Lets go serverless, in todays world deploying an application might just cost you cents, you can run a full fledged application for less than $1 a year if you have less traffic on your website.

When you create a simplest lambda can be created by creating a function which takes event, context, & callback params like this which returns a Hello World!.

exports.handler = (event, context, callback) => {
  callback(null, "Hello World!");
};

But it real world, each service might be having multiple endpoints. So we are going to convert our simple nest application to be aws compatible, so in this article, we will focus on deploying a nestJS app on aws lambda.

Application

To start we will create a nest application.

$ npm i -g @nestjs/cli
$ nest new nestjs-aws-lambda

Now we can run and test if our application is working.


$ cd nestjs-aws-lambda
$ npm start

Our default application is running, so lets get back to our primary goal, i.e. to convert this app to serverless.

Serverless Dependencies

There are multiple package already available to convert a node applications to aws compatible. Let install the required packages

$ npm i -S @vendia/serverless-express aws-lambda serverless
$ npm i -D @types/aws-lambda serverless-offline

Creating Handler

We will create a new file serverless.ts in our source directory.

import { NestFactory } from "@nestjs/core";
import { AppModule } from "./app.module";
import serverlessExpress from "@vendia/serverless-express";
import { Callback, Context, Handler } from "aws-lambda";

let server: Handler;

async function bootstrap() {
  const app = await NestFactory.create(AppModule);
  await app.init();

  const expressApp = app.getHttpAdapter().getInstance();
  return serverlessExpress({ app: expressApp });
}

export const handler: Handler = async (
  event: any,
  context: Context,
  callback: Callback
) => {
  server = server ?? (await bootstrap());
  return server(event, context, callback);
};

The yaml file

Now that we have created a handler function, we need to tell the lambda to find the handler method in serverless.ts file. To do this we will create a serverless.yaml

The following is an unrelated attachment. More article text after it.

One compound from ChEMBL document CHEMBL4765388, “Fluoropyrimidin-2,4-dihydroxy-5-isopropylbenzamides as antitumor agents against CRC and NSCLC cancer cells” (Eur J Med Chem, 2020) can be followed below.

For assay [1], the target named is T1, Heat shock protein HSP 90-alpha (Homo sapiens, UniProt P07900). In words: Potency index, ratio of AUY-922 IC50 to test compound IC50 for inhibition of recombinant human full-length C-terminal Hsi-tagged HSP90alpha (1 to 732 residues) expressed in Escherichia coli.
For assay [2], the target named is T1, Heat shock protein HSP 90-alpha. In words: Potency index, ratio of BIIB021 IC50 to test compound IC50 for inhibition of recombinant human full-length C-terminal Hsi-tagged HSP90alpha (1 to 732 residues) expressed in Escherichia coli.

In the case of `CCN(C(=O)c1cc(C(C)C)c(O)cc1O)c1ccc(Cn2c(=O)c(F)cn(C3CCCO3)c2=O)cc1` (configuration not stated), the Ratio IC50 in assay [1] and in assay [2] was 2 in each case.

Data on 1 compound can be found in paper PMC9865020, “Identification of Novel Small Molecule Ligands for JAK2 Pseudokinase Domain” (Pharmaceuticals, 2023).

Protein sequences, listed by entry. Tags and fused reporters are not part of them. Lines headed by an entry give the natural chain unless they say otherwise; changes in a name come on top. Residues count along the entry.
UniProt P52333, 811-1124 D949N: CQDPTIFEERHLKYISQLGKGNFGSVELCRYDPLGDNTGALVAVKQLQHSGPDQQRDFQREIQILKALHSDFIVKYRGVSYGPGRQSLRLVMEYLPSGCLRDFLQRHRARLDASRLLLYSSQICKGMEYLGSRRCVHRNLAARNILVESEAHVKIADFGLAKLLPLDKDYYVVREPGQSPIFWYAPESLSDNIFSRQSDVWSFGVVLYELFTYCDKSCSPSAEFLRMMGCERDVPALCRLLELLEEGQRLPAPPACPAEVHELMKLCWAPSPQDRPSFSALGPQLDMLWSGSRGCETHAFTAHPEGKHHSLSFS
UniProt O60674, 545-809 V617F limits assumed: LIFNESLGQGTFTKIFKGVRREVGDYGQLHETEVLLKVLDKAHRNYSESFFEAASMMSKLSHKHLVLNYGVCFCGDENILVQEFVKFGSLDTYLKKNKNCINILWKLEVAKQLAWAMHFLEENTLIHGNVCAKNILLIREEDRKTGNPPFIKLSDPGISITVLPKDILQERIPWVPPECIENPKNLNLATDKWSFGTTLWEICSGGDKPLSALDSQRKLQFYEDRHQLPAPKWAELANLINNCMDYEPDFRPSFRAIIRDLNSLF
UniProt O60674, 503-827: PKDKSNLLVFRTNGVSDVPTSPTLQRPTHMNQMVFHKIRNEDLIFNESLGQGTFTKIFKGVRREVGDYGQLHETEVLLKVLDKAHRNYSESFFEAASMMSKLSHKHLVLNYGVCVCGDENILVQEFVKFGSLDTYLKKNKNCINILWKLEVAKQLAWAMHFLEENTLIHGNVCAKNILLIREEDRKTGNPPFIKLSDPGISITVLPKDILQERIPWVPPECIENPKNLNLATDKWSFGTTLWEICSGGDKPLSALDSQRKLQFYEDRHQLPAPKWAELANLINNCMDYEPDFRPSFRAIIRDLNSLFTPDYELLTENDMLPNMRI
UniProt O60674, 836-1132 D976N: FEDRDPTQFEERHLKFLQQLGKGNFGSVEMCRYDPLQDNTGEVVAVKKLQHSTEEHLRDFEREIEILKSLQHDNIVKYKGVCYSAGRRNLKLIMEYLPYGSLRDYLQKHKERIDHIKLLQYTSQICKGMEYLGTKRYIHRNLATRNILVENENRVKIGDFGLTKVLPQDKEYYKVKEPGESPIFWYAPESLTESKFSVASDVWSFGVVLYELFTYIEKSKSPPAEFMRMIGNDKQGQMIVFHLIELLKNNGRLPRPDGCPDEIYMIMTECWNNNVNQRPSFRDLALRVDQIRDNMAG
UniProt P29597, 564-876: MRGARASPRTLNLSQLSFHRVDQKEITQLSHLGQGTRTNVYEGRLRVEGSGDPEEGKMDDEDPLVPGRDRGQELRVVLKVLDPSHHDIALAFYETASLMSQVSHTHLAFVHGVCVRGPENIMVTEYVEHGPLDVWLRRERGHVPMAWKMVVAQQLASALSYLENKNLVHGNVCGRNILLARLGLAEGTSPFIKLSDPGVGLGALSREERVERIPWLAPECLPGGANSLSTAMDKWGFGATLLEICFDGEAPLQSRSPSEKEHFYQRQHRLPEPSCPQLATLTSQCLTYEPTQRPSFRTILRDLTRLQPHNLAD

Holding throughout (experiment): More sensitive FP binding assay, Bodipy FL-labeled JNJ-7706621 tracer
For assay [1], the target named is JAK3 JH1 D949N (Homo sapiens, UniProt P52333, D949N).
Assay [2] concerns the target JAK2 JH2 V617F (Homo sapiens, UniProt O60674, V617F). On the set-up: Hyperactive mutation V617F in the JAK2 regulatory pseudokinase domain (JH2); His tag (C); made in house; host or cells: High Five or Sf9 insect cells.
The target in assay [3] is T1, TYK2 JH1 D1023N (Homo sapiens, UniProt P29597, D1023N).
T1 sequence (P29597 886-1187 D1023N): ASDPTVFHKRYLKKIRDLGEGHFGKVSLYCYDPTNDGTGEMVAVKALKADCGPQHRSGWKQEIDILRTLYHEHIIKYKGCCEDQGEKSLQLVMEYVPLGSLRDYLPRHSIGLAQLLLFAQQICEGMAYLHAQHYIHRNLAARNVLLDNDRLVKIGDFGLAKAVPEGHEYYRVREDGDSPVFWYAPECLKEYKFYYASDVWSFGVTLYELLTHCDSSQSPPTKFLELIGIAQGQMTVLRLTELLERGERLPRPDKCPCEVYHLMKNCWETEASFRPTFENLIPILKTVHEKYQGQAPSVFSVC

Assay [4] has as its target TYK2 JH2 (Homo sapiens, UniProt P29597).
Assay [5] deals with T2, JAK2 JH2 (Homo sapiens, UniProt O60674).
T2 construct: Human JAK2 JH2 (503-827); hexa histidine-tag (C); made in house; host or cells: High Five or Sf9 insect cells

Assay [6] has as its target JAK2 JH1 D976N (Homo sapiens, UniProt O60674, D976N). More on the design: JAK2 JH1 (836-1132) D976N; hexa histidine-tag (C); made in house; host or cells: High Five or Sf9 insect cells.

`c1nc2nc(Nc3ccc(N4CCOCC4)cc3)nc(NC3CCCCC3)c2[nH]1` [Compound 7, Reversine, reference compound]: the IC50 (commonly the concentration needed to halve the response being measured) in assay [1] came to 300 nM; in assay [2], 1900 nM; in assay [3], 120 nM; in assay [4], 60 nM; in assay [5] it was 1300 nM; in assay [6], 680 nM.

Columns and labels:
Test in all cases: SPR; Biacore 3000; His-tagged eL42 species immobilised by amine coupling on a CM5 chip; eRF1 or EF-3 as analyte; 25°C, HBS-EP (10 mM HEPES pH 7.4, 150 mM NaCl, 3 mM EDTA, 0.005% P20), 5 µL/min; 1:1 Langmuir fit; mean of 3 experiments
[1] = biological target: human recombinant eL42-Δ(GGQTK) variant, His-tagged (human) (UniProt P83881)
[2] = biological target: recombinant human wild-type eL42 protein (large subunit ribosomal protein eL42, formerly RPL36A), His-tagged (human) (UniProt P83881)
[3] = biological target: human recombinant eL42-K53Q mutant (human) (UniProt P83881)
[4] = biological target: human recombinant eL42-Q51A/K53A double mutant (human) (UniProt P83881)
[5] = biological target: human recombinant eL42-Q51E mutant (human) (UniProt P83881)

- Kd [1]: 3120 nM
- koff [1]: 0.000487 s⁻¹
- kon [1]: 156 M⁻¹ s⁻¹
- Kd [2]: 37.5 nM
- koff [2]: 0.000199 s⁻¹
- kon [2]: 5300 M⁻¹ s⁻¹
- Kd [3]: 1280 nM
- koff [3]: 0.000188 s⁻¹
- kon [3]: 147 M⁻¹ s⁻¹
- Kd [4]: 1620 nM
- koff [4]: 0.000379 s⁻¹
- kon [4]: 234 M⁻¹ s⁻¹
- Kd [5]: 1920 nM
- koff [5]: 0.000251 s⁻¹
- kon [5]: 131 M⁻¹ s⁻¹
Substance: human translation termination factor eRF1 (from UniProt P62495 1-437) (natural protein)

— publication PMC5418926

service: nest-auth

plugins:
  - serverless-offline

provider:
  name: aws
  runtime: nodejs12.x
  region: eu-west-1
  profile: default
  memorySize: 256 # optional, in MB, default is 1024
  # stage: dev

functions:
  main:
    handler: dist/serverless.handler
    events:
      - http:
          method: ANY
          path: /
      - http:
          method: ANY
          path: "{proxy+}"

custom:
  serverless-offline:
    noPrependStageInUrl: true

Running the lambda locally

There are two ways of running the application in lambda locally

  1. You can install serverless globally by npm install -g serverless and then run sls offline.
  2. Other way is use locally installed serverless module. To do that:

    • execute command node ./node_modules/serverless/bin/serverless.js offline

    • I like to include the above command in package.json scripts.

    ...
    ...
    "scripts": {
     "prebuild": "rimraf dist",
     "build": "nest build",
     "format": "prettier --write \"src/**/*.ts\" \"test/**/*.ts\"",
     "start": "nest start",
     "start:dev": "nest start --watch",
     "start:debug": "nest start --debug --watch",
     "start:prod": "node dist/main",
     "lint": "eslint \"{src,apps,libs,test}/**/*.ts\" --fix",
     "test": "jest",
     "test:watch": "jest --watch",
     "test:cov": "jest --coverage",
     "test:debug": "node --inspect-brk -r tsconfig-paths/register -r ts-node/register node_modules/.bin/jest --runInBand",
     "test:e2e": "jest --config ./test/jest-e2e.json",
     "deploy:local": "node ./node_modules/serverless/bin/serverless.js offline"
    }
    
    ...
    ...
    

    And now we can simply do npm run deploy:local

You might need to add flag to enable interop, in your tsconfig.ts, if you get an error function not found.

"esModuleInterop": true

Verify

Once the application is ready, you will see your service started locally

nest-aws-serverless

Now as we see server is listening to http://localhost:3000

Let’s do a curl to see if we can get a response from our lambda.


$ curl -i http://localhost:3000

HTTP/1.1 200 OK
x-powered-by: Express
content-type: text/html; charset=utf-8
content-length: 12
etag: W/"c-Lve95gjOVATpfV8EL5X4nxwjKHE"
cache-control: no-cache
accept-ranges: bytes
Date: Sat, 12 Feb 2022 08:57:38 GMT
Connection: keep-alive
Keep-Alive: timeout=5

Hello World!%

Looking at the logs we can see as soon as request is sent nest application starting up and after it completes we get a request id a duration and amount of time it will be built for once deployed to production.

nest-aws-serverless-response

Deploying

Now we can run sls deploy –-stage prod and this will package our application and upload to s3 and create all the necessary resources for us.

Once it completes we will get a api url that we can test out and use in production.

nest-aws-prod

After our application is deployed we get some information and we get the endpoints here that we can use to make requests to this lambda in production.

Now if we open postman and replace the url with the production url and we get a response after we created a user which is great.

nest-aws-prod-postman

And here we have nestjs serverless application running on lambda. You can find the code here.

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Nishant Gharat
WRITTEN BY

Nishant Gharat

Someone passionate about learning, and function effectively in a team. Someone who can develop a scalable working solution from an idea on a piece of paper. I like coding long rides and am a big foodie.

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